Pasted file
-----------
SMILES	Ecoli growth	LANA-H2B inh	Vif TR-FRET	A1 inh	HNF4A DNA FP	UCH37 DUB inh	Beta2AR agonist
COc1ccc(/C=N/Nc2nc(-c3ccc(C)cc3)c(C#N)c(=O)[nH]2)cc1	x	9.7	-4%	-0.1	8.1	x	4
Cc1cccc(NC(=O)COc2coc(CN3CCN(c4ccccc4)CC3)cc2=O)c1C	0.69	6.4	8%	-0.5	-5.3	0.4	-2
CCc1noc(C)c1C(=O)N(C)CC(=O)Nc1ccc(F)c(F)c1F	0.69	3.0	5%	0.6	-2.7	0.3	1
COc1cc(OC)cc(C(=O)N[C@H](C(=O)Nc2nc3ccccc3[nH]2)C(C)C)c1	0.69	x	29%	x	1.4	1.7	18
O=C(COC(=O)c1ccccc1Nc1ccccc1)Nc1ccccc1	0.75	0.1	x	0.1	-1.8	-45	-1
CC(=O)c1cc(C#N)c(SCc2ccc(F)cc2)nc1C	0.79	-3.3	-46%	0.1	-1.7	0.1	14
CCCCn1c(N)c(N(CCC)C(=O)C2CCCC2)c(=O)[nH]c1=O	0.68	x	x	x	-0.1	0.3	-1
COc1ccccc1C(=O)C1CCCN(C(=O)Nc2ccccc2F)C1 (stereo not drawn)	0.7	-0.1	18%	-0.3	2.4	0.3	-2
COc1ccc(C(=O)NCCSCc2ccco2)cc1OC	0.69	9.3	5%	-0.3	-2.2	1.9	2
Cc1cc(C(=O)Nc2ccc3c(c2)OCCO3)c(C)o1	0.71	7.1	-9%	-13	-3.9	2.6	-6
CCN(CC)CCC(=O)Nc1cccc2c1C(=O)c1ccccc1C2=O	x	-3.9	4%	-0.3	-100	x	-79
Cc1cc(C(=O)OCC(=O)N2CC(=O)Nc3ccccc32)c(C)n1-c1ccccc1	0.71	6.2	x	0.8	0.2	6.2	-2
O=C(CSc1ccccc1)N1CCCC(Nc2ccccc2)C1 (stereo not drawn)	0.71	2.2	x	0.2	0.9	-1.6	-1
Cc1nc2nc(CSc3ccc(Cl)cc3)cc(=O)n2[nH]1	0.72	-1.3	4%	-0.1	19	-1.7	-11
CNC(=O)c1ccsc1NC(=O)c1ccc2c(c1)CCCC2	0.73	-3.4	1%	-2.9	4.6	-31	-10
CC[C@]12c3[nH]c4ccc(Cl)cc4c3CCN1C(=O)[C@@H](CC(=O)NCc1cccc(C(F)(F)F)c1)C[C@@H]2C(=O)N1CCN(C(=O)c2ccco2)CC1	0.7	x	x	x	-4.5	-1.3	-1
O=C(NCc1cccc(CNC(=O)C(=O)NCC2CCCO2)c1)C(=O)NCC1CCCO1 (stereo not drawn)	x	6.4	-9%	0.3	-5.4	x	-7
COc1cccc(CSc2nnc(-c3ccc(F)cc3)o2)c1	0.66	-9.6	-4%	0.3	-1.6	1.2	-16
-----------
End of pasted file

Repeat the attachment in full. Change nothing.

SMILES	Ecoli growth	LANA-H2B inh	Vif TR-FRET	A1 inh	HNF4A DNA FP	UCH37 DUB inh	Beta2AR agonist
COc1ccc(/C=N/Nc2nc(-c3ccc(C)cc3)c(C#N)c(=O)[nH]2)cc1	x	9.7	-4%	-0.1	8.1	x	4
Cc1cccc(NC(=O)COc2coc(CN3CCN(c4ccccc4)CC3)cc2=O)c1C	0.69	6.4	8%	-0.5	-5.3	0.4	-2
CCc1noc(C)c1C(=O)N(C)CC(=O)Nc1ccc(F)c(F)c1F	0.69	3.0	5%	0.6	-2.7	0.3	1
COc1cc(OC)cc(C(=O)N[C@H](C(=O)Nc2nc3ccccc3[nH]2)C(C)C)c1	0.69	x	29%	x	1.4	1.7	18
O=C(COC(=O)c1ccccc1Nc1ccccc1)Nc1ccccc1	0.75	0.1	x	0.1	-1.8	-45	-1
CC(=O)c1cc(C#N)c(SCc2ccc(F)cc2)nc1C	0.79	-3.3	-46%	0.1	-1.7	0.1	14
CCCCn1c(N)c(N(CCC)C(=O)C2CCCC2)c(=O)[nH]c1=O	0.68	x	x	x	-0.1	0.3	-1
COc1ccccc1C(=O)C1CCCN(C(=O)Nc2ccccc2F)C1 (stereo not drawn)	0.7	-0.1	18%	-0.3	2.4	0.3	-2
COc1ccc(C(=O)NCCSCc2ccco2)cc1OC	0.69	9.3	5%	-0.3	-2.2	1.9	2
Cc1cc(C(=O)Nc2ccc3c(c2)OCCO3)c(C)o1	0.71	7.1	-9%	-13	-3.9	2.6	-6
CCN(CC)CCC(=O)Nc1cccc2c1C(=O)c1ccccc1C2=O	x	-3.9	4%	-0.3	-100	x	-79
Cc1cc(C(=O)OCC(=O)N2CC(=O)Nc3ccccc32)c(C)n1-c1ccccc1	0.71	6.2	x	0.8	0.2	6.2	-2
O=C(CSc1ccccc1)N1CCCC(Nc2ccccc2)C1 (stereo not drawn)	0.71	2.2	x	0.2	0.9	-1.6	-1
Cc1nc2nc(CSc3ccc(Cl)cc3)cc(=O)n2[nH]1	0.72	-1.3	4%	-0.1	19	-1.7	-11
CNC(=O)c1ccsc1NC(=O)c1ccc2c(c1)CCCC2	0.73	-3.4	1%	-2.9	4.6	-31	-10
CC[C@]12c3[nH]c4ccc(Cl)cc4c3CCN1C(=O)[C@@H](CC(=O)NCc1cccc(C(F)(F)F)c1)C[C@@H]2C(=O)N1CCN(C(=O)c2ccco2)CC1	0.7	x	x	x	-4.5	-1.3	-1
O=C(NCc1cccc(CNC(=O)C(=O)NCC2CCCO2)c1)C(=O)NCC1CCCO1 (stereo not drawn)	x	6.4	-9%	0.3	-5.4	x	-7
COc1cccc(CSc2nnc(-c3ccc(F)cc3)o2)c1	0.66	-9.6	-4%	0.3	-1.6	1.2	-16